Find Stu Hirsch on Facebook and @StuHirsch on Twitter, or call 640-4861.

1
Text Only
Local Politics
  • SPL - PT041014 - Ken de la Bastide column - Ken sig Ken de la Bastide: County may eliminate Data Processing Board

    Action two weeks ago by the Madison County Commissioners to close Data Processing Board meetings to the public might run afoul of the Indiana Open Door law, and a local resident is considering filing a complaint with the Public Access Counselor’s office for a determination.

    April 19, 2014 1 Photo

  • NWS - HB0417 - election forum - 15 Candidates meet in Alexandria

    Several Madison County candidates running for a variety of offices met at Alexandria-Monroe High School Wednesday night to introduce themselves to voters and talk about some issues.

    April 17, 2014 2 Photos

  • Leaders await decision on Indiana Plan expansion

    Two of the state's top Republican lawmakers said Tuesday that they would like to see the federal government sign off on an expansion of Medicaid through the state's health care plan for low-income residents, but they added that they have little idea how soon that could happen.

    April 16, 2014

  • Commissioners vote to eliminate Personnel Board Madison County commissioners have decided to end the county’s Personnel Board.

    April 15, 2014

  • Primary voting starts at courthouse Through the first week of early voting for the May 6 primary, the Madison County Voter Registration office has been less than overwhelmed.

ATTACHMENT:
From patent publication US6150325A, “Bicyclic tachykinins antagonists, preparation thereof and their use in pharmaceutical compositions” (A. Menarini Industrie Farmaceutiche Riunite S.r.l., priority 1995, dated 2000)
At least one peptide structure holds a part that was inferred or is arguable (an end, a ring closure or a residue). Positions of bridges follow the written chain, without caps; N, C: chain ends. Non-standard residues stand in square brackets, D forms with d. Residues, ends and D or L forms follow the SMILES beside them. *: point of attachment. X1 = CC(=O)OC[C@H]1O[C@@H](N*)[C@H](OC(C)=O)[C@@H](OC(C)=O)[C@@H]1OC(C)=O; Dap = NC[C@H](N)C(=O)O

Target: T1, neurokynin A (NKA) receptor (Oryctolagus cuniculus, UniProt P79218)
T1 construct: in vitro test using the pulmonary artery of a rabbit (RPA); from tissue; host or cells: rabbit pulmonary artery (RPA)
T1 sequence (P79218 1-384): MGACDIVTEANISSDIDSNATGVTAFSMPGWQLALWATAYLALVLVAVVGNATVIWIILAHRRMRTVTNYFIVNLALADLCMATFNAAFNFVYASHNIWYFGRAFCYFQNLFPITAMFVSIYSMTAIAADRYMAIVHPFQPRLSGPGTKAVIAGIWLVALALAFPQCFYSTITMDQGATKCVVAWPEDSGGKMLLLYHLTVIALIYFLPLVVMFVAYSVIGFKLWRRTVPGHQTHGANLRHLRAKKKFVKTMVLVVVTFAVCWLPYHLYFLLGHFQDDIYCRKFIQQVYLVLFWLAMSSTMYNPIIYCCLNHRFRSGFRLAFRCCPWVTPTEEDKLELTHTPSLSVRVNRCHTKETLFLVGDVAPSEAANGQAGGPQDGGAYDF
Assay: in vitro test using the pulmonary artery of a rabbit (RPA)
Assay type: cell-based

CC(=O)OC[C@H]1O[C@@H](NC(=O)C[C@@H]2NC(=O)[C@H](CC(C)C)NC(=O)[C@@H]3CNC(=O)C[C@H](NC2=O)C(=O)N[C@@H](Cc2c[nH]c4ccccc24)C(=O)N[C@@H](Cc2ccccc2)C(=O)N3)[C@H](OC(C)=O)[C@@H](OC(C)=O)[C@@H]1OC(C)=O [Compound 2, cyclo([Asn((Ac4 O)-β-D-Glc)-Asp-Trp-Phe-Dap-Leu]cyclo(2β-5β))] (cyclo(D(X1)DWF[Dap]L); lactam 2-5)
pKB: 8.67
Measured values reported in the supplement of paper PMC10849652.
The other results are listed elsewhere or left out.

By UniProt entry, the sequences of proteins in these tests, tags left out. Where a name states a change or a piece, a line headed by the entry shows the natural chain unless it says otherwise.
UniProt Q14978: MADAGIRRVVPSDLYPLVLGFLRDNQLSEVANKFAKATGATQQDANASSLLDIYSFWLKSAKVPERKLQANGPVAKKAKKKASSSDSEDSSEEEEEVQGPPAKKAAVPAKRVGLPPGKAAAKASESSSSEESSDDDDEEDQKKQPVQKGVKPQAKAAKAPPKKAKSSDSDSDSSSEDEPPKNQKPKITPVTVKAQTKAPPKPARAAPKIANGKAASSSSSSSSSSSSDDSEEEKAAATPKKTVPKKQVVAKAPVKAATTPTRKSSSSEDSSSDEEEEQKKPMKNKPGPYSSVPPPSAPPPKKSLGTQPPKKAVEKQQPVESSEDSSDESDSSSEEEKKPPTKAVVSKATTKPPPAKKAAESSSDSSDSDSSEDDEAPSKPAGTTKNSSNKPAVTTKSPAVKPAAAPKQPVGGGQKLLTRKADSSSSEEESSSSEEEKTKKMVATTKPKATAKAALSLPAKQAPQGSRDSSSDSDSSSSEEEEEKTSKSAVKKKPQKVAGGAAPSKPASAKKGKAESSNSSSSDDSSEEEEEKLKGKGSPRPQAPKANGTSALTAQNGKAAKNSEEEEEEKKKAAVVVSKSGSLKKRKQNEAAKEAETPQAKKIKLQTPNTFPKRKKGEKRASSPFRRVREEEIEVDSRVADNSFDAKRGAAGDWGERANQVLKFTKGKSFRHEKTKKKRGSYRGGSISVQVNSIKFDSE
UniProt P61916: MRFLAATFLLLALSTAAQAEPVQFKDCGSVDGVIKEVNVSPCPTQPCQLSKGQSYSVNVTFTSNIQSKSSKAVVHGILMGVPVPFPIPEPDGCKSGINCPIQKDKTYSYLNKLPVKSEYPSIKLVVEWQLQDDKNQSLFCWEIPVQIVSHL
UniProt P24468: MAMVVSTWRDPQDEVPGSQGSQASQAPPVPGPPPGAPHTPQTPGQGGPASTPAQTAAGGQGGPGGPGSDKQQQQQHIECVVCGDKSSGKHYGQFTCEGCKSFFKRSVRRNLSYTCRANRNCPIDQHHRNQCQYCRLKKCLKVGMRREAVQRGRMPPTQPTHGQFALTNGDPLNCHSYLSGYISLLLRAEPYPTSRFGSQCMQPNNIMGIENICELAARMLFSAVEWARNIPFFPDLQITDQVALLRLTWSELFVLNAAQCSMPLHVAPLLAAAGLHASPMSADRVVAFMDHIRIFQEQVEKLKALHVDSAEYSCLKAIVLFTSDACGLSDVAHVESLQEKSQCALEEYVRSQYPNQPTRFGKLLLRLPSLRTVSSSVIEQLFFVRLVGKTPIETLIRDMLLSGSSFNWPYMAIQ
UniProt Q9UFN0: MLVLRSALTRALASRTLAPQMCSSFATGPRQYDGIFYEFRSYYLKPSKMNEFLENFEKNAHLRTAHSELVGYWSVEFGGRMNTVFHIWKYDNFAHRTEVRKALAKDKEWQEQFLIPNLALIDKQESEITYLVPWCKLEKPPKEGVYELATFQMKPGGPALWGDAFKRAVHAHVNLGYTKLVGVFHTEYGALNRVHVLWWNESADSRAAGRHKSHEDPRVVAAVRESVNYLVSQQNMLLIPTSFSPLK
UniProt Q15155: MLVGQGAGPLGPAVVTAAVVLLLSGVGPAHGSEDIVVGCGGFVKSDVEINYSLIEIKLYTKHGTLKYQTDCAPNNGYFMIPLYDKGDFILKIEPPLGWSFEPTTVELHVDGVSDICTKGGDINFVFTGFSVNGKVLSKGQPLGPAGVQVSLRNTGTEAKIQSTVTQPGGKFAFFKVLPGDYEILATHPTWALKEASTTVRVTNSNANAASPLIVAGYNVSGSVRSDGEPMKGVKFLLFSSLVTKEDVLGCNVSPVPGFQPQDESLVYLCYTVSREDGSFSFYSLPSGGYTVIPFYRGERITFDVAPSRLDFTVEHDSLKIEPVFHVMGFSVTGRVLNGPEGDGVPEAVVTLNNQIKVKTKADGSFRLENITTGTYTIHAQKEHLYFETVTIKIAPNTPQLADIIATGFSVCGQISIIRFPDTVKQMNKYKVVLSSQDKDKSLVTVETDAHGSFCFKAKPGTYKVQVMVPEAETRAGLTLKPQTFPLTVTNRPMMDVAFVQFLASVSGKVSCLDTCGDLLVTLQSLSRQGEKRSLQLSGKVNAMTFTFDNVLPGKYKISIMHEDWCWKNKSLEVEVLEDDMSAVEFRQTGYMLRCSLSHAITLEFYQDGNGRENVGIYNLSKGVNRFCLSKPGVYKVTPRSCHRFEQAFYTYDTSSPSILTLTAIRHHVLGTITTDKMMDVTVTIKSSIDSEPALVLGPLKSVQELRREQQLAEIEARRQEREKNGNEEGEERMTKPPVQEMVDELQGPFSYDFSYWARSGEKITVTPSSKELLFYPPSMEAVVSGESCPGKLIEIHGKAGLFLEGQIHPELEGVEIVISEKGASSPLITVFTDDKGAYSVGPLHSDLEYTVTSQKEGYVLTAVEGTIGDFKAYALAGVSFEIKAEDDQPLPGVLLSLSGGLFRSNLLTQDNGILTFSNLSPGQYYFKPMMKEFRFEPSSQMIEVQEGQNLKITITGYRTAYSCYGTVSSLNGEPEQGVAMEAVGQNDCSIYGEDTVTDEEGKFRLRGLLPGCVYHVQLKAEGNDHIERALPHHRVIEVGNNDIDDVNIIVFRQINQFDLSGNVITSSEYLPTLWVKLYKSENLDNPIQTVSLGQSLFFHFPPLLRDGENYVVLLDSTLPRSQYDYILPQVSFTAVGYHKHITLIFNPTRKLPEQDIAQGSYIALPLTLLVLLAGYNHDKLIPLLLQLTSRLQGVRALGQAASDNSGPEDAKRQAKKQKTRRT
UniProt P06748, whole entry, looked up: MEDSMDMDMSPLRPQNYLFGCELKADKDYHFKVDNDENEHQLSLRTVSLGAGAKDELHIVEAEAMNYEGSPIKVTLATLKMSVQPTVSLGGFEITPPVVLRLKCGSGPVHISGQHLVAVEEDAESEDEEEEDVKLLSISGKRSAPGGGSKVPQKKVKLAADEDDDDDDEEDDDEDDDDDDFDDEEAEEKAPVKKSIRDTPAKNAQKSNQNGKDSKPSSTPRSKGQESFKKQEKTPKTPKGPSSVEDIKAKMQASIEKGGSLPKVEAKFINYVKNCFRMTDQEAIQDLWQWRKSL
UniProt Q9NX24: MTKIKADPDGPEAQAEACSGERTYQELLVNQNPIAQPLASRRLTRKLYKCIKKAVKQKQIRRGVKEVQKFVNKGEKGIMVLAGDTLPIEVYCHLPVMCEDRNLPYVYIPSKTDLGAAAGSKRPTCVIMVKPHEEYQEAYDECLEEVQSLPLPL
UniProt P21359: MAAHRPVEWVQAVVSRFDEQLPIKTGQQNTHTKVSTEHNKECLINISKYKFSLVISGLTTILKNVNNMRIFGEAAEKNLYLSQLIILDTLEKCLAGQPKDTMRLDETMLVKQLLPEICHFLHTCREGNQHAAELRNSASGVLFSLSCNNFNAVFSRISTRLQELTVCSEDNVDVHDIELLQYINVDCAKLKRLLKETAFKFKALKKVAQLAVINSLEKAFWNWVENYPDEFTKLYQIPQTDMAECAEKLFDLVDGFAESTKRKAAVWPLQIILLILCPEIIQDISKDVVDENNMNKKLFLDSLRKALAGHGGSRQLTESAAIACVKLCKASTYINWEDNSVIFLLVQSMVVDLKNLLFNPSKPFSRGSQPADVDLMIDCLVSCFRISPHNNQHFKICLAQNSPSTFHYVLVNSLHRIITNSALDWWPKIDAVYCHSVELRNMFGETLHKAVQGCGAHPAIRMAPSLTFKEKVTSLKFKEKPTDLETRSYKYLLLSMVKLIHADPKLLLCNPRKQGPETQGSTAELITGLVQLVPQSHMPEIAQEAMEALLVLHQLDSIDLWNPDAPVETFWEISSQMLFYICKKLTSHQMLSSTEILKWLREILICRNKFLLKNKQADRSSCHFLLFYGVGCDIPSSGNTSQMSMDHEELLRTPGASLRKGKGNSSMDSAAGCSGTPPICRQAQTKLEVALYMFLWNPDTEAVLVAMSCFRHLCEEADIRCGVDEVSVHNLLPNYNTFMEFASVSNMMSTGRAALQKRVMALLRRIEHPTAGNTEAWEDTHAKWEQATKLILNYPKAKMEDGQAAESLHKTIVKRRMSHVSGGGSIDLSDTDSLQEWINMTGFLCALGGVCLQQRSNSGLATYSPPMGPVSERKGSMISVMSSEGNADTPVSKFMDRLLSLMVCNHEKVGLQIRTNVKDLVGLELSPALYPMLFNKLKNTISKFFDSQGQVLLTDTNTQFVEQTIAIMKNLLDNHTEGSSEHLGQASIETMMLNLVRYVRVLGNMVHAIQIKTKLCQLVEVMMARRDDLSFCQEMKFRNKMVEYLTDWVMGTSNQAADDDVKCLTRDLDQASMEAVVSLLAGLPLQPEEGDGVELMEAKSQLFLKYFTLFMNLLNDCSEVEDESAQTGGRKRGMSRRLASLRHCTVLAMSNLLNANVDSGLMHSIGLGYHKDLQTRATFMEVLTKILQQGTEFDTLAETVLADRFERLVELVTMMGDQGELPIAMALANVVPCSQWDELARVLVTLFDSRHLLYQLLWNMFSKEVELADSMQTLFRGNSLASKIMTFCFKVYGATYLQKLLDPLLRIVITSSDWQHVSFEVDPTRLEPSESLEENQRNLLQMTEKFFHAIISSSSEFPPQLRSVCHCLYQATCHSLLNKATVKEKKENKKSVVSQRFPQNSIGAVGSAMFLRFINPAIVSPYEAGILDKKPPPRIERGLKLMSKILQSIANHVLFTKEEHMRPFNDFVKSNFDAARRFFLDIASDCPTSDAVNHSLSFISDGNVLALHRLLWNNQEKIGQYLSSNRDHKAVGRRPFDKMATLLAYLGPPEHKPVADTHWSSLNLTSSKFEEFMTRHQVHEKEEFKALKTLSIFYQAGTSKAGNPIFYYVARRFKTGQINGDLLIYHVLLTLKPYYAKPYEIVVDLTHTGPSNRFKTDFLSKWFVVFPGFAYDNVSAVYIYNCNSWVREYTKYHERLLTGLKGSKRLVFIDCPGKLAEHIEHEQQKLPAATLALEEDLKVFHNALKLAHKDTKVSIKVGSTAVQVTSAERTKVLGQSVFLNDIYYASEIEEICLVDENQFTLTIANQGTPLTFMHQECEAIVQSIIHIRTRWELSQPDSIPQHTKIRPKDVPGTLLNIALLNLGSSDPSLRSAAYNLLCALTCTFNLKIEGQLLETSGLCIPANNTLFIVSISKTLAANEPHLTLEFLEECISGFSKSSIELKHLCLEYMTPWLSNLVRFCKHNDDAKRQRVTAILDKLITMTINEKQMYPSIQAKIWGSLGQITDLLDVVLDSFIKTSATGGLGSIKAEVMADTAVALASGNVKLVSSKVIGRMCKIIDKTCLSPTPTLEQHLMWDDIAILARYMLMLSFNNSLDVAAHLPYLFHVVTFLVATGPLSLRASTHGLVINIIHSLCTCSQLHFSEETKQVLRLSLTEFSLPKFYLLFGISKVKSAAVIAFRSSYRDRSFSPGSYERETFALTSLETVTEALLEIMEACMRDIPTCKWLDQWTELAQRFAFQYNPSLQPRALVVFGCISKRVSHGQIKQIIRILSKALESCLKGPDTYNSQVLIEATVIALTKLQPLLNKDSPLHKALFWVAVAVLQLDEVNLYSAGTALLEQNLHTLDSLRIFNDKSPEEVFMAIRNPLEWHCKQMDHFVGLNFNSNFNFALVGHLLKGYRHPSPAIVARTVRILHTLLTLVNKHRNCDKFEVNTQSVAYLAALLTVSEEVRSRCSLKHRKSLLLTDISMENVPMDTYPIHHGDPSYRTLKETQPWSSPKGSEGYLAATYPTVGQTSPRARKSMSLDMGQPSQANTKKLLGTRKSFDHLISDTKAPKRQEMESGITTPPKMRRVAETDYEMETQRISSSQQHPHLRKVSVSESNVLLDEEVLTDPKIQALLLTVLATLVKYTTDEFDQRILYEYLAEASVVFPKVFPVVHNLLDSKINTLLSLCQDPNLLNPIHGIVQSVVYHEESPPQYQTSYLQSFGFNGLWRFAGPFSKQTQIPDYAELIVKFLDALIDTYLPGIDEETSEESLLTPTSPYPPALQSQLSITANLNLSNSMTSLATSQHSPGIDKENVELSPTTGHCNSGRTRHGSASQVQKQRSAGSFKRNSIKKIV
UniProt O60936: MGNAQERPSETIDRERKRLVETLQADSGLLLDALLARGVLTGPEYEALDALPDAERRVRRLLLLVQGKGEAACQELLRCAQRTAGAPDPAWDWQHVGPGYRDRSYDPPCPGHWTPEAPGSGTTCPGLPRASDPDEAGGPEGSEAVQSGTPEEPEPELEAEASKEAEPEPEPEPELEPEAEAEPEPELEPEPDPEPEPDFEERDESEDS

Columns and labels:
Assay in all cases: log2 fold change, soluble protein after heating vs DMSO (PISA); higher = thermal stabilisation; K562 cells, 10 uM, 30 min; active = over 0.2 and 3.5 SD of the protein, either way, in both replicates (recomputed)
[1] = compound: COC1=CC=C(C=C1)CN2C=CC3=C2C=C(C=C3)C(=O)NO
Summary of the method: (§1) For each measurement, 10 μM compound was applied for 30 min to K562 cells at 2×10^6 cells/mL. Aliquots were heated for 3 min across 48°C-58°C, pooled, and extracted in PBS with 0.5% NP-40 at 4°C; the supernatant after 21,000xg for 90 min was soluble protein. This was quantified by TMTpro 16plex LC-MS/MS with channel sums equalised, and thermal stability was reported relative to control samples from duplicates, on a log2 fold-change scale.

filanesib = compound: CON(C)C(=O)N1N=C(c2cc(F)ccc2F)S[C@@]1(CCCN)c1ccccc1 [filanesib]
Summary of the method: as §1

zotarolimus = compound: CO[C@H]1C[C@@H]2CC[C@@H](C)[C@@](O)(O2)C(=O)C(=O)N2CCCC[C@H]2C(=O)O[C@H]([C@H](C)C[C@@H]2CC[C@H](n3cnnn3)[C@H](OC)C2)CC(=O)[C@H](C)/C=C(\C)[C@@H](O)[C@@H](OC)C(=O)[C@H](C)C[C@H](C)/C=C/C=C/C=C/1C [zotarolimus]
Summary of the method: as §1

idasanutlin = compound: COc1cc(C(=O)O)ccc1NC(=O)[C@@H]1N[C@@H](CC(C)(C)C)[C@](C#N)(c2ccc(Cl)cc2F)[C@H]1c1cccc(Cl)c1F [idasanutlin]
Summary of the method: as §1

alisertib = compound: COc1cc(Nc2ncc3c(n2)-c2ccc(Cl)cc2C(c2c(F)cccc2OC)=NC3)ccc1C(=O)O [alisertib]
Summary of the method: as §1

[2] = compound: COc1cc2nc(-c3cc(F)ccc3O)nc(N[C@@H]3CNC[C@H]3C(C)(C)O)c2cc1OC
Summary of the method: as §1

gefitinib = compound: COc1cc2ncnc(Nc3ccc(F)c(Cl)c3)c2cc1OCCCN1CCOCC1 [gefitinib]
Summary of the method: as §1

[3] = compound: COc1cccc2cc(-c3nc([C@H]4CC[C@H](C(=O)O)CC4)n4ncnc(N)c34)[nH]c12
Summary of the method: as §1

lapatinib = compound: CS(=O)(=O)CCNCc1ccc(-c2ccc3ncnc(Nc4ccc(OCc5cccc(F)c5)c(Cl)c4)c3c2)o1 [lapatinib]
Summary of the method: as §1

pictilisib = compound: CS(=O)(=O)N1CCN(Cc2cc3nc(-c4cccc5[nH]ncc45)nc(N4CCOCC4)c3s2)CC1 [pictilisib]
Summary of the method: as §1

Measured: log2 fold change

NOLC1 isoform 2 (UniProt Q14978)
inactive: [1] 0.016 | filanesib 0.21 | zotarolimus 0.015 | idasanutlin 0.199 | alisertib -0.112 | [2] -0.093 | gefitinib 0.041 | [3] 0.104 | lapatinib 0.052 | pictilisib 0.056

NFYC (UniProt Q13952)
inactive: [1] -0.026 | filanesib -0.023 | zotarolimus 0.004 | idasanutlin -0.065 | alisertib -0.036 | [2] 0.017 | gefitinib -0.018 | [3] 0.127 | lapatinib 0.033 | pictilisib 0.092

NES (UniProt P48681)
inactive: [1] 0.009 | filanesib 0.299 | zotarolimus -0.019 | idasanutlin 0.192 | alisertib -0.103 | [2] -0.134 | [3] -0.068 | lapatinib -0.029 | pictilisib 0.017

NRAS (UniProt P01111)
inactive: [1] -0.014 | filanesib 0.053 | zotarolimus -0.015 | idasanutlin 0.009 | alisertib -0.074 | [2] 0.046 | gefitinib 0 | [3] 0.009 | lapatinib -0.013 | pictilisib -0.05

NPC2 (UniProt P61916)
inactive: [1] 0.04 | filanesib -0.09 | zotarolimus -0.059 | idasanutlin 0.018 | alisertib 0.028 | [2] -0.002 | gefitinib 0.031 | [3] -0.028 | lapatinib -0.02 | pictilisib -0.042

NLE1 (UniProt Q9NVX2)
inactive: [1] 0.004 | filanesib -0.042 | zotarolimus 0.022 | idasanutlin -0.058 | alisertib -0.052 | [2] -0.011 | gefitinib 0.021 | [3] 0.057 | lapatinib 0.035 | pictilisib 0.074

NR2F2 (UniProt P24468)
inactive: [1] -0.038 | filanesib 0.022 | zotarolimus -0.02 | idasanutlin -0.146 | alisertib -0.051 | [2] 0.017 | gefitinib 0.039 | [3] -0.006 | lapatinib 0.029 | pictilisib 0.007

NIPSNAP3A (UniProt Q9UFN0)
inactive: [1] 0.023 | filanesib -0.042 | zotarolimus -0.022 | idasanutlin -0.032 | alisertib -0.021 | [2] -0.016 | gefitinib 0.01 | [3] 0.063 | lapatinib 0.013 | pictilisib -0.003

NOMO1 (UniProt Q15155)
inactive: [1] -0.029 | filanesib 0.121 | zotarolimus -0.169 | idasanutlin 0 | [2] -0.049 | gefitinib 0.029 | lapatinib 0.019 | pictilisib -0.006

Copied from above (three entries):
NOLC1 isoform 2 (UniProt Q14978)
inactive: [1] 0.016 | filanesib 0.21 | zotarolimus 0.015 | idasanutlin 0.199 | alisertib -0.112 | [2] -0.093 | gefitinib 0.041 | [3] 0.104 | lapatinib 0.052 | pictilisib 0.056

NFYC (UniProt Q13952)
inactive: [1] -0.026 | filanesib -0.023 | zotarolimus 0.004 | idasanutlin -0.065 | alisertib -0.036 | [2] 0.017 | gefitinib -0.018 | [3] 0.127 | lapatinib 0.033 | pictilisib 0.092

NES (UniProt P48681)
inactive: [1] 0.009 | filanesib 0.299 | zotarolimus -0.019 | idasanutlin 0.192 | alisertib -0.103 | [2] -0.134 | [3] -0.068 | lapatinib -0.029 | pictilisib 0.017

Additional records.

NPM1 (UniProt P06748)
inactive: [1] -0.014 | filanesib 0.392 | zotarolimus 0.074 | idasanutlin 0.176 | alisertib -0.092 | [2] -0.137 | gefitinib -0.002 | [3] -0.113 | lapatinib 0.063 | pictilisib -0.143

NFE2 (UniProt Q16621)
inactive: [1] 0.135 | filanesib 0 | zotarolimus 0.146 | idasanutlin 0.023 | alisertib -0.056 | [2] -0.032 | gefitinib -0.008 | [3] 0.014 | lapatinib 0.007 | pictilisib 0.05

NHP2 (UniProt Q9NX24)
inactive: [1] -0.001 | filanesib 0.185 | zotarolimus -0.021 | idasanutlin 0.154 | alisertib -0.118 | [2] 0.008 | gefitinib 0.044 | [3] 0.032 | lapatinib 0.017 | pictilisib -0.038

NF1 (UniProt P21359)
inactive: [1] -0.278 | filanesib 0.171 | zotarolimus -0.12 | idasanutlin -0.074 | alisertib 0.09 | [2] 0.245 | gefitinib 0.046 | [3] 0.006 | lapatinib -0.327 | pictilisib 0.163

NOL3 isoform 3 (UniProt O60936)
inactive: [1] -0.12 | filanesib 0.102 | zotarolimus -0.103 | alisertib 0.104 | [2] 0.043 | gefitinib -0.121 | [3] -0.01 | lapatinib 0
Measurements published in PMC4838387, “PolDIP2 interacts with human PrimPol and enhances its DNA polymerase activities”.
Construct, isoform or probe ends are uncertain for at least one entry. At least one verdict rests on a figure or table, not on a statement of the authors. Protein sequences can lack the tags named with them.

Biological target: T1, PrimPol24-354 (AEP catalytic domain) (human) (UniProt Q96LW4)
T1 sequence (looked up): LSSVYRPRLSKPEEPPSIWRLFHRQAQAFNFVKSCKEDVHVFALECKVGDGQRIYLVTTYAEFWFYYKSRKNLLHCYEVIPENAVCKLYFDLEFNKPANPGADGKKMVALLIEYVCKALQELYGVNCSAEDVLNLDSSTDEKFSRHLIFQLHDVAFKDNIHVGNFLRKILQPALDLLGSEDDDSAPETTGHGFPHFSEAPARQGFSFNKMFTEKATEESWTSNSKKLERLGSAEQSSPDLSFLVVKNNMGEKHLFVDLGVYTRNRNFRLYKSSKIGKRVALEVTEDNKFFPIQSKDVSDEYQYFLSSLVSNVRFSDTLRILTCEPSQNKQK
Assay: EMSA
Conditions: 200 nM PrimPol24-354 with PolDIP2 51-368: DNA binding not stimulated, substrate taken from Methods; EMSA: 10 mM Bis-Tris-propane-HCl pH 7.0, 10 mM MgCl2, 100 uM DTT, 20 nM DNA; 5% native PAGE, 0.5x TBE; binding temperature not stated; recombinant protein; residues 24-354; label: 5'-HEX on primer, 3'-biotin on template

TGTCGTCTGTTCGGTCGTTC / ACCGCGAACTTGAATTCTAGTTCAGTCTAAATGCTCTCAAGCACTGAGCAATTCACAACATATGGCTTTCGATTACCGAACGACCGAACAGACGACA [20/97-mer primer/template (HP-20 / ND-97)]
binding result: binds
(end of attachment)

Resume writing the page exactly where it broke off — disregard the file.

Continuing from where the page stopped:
April 15, 2014

  • Hayden, Maureen mug Maureen Hayden: Want better teacher ratings? Ask the kids The state may be back where it started, encumbered with a flawed teacher grading system, a year after implementing what were meant to be tough new standards.

    April 13, 2014 1 Photo

  • Ken de la Bastide: Local Dems want to change redistricting process There is an old saying that goes "to the victor goes the spoils." In politics the spoils usually involves the drawing of legislative districts for the Indiana General Assembly and the seats in the U.S. House.

    April 12, 2014

  • NWS - HB0409 - Cleanup - JC 3-file City of Anderson won't participate in annual cleanup For the first time in 29 years, there will be no citywide cleanup this year, because of expenses incurred by the City of Anderson this past winter.

    April 9, 2014 3 Photos

  • Local lawmakers bemoan no local road funding Despite efforts by three Madison County lawmakers, the Indiana General Assembly didn’t provide funding for the improvement of local roads.

    April 7, 2014

  • AP907524370424.jpg U.S. attorney battles public corruption

    U.S. Attorney Joe Hogsett has raised his profile by ramping up prosecutions of gang members and corrupt politicians, arguing that both undermine the public’s sense of safety, since he became top federal prosecutor in a district that covers two-thirds of the state.

    April 4, 2014 1 Photo

Hyperlocal Search
Premier Guide
Find a business

Walking Fingers
Maps, Menus, Store hours, Coupons, and more...
Premier Guide